And it was precisely the initiative that students took to organising within the occupations that allowed the best occupations to grow and involve increasingly larger numbers of students. Without a level of organisation, led by people taking initiatives to a wider group, it would not have been possible to draw in the large numbers of staff and students that we did. So, far from being associated with being a kind of dictatorial space, it was good leadership that actually ensured that the occupations remained open and accountable spaces.
So what happened in the end? As you know, we didn’t beat the government. But we did create a crisis around the issue of fees on the day of the vote in parliament, on 9th December. It made everyone question the government’s priorities. So the legacy of the student movement, what it will be remembered for, is having started the fightback against austerity in general. It actually started to turn this argument – that the cuts are inevitable – on its head.
Why? Because it quickly became about broader issues. Why, if we can pay billions of pounds to fight wars that most people don’t even agree with, why can’t we pay for education? What kind of education do we want anyway? And why do only some people have access to the best education and the best jobs, and not others?
And when young people were physically confronted in the demonstrations by the police – beaten and kettled – they were asking fundamental questions about society: why do the police always side with the government? Do they not have opinions of their own? Why is the mainstream media never wholeheartedly on our side? And why, if we live in a democracy, do we not actually get what the vast majority want? Is it something to do with democracy itself or with the way it’s implemented by those at the top?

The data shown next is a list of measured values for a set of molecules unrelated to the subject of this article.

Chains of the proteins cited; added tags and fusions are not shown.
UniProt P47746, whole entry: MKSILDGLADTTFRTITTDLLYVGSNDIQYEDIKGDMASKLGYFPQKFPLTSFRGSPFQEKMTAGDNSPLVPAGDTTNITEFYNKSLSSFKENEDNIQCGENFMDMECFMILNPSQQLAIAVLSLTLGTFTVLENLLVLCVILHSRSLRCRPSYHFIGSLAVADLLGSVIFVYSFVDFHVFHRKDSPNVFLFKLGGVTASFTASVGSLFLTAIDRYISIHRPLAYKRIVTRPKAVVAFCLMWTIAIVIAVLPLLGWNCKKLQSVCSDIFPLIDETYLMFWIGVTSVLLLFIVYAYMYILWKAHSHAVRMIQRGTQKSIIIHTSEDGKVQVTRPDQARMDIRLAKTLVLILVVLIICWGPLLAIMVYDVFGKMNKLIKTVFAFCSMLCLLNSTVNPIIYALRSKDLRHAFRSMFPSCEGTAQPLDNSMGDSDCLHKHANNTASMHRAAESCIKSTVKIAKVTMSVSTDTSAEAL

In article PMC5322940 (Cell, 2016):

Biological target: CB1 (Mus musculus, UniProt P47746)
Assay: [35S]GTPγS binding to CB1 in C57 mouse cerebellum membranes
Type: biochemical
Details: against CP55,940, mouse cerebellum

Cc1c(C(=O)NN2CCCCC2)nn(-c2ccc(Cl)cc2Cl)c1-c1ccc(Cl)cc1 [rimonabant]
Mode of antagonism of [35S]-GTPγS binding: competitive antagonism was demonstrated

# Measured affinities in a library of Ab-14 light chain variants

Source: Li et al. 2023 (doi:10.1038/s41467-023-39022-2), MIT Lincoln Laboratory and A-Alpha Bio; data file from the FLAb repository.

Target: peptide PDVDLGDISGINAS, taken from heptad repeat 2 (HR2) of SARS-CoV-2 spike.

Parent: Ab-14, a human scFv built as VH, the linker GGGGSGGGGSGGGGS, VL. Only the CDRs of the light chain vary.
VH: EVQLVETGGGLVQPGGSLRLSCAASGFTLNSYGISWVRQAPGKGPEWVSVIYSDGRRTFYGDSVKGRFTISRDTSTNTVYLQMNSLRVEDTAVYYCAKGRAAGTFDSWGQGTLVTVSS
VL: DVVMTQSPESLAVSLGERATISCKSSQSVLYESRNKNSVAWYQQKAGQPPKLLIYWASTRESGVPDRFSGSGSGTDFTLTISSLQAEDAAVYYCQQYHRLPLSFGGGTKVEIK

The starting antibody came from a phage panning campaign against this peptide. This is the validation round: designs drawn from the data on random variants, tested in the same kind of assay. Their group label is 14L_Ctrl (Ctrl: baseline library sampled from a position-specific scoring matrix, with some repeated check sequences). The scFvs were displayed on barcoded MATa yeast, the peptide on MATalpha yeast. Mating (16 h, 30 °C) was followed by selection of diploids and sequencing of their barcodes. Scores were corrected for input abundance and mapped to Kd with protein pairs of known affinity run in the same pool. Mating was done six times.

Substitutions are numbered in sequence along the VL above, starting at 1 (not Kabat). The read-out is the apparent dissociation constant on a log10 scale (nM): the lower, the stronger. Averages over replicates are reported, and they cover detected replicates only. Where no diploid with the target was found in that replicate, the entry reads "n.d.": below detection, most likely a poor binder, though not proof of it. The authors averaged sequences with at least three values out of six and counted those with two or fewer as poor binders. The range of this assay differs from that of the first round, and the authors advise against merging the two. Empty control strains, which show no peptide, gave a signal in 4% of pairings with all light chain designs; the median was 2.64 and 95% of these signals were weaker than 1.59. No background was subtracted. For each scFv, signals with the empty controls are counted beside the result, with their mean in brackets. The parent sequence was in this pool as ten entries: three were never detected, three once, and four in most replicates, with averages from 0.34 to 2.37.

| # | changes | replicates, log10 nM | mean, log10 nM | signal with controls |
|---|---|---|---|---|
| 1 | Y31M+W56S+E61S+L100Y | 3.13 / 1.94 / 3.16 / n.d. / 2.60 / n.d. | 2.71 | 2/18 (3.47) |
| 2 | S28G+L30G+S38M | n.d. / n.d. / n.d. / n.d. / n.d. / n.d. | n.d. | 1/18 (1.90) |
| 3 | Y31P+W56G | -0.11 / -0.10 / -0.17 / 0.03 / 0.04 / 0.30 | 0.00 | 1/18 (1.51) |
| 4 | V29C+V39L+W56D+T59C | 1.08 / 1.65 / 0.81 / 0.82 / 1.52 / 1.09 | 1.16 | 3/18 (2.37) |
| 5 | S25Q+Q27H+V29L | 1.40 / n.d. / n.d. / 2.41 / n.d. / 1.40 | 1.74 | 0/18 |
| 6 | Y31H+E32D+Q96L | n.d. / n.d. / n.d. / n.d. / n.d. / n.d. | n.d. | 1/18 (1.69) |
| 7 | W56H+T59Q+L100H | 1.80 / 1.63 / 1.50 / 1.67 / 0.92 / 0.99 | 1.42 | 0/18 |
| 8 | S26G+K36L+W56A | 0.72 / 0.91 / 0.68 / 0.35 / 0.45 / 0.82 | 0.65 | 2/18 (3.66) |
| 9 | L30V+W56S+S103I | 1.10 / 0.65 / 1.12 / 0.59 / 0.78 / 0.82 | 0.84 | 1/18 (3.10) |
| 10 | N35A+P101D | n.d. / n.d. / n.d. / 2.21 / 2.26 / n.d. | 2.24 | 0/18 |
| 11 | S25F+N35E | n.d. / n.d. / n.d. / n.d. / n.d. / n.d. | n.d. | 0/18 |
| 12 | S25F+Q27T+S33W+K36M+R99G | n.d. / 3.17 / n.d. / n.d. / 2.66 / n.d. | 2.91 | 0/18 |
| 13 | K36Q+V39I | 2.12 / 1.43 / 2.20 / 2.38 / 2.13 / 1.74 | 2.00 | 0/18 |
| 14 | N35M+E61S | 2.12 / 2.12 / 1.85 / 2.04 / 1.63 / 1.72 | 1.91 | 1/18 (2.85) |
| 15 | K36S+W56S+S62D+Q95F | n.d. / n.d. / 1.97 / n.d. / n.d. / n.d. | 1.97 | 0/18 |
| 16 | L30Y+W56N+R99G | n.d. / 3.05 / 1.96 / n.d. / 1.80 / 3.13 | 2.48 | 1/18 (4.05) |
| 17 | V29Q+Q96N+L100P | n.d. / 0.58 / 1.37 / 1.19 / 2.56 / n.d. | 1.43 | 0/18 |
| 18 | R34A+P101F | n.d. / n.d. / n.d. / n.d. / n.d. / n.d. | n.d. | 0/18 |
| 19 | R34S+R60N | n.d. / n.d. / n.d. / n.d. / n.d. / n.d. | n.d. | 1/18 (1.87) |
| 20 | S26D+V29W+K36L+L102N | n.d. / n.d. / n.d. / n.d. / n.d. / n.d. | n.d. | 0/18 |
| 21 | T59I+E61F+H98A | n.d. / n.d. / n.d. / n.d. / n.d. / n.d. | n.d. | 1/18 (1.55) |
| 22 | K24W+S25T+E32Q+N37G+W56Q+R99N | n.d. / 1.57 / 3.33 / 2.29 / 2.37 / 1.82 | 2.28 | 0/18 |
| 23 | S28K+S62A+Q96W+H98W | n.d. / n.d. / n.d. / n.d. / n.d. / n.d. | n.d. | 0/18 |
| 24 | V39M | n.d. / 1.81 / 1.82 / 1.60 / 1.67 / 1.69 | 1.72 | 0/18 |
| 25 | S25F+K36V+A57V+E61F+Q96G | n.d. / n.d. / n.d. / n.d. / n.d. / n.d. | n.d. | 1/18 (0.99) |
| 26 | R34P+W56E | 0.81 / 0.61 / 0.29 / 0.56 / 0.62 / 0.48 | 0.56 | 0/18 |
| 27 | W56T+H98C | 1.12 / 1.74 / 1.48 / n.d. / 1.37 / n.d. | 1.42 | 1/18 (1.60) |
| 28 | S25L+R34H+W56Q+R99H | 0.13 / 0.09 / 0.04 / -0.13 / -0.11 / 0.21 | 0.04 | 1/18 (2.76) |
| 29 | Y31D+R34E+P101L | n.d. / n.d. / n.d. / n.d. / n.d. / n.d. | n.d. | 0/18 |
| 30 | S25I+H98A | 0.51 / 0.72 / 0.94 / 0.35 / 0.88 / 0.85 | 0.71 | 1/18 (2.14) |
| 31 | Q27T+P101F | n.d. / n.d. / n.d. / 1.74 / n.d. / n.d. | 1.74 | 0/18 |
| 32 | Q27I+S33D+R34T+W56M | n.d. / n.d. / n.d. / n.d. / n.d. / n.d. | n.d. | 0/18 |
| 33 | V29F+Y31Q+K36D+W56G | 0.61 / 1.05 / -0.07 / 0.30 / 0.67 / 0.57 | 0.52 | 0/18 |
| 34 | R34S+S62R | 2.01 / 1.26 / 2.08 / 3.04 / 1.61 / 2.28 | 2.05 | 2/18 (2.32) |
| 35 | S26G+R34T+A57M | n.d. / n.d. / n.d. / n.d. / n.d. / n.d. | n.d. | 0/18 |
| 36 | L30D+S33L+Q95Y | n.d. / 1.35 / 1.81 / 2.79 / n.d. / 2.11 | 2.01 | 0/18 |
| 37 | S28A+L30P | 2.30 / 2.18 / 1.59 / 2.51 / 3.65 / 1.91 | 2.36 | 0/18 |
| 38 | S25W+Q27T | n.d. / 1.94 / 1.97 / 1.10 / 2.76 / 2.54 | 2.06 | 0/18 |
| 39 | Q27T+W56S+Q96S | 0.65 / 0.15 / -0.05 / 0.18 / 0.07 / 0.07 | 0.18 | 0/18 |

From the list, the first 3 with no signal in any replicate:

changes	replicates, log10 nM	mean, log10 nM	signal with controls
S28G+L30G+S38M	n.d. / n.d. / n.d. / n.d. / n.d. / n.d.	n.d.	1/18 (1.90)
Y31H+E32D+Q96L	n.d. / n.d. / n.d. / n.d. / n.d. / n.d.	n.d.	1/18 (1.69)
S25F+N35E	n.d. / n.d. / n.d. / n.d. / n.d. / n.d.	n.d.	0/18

All of this means that the fight isn’t over. If you look at the way society is organised, the state will use everything at its disposal to push through its policies. It will use the media, the courts, the police… it will use management, academia, and every other institution in society – to create a consensus that somehow can’t be questioned.
The problem for the coalition government today, however, is that we’re coming to a point where people have no choice but to fight. If you think about it, there must be hundreds of small struggles within workplaces across the country, against management, over the issue of cuts. People’s jobs being threatened or cut, or people are not able to find jobs in the first place.
So while activists are needed to fight those battles within workplaces, we also need a broader movement that can bring all those battles together. Because if the government uses everything at its disposal, we have to bring all of our forces together. We have to bring the students, women’s groups, disabled people, pensioners – everyone who is against the cuts – into a wider movement that puts a different argument out there: are the cuts really inevitable? Who actually created this financial crisis in the first place? And why, when society itself is not equal, do we all have to pay?
The student movement of 2010 was the first big stand against austerity, and paved the way for the massive TUC demonstration a few months later. It put the idea of broad, national mobilisation against the cuts on the map. And it put massive pressure on the government, coming close to winning its demands. It was the combination of national and local pressure, sustained, that was so powerful. Two years on, increasing numbers of people in this country believe the cuts are not inevitable. Any new student movement that wants to be relevant has to now connect with the wider anti-cuts movement at a national level, which can mobilise across the rest of society. We can then start to see the kind of action needed to force the government to change its priorities or step aside.
Transcript of speech to Demand the Impossible, a summer school on radical politics and political activism for young people.
Feyzi teaches at SOAS, University of London, and is active in UCU and the anti-war and anti-austerity movements. She is a contributor to The Assault on Universities: A Manifesto for Resistance, and a commissioning editor for Counterfire.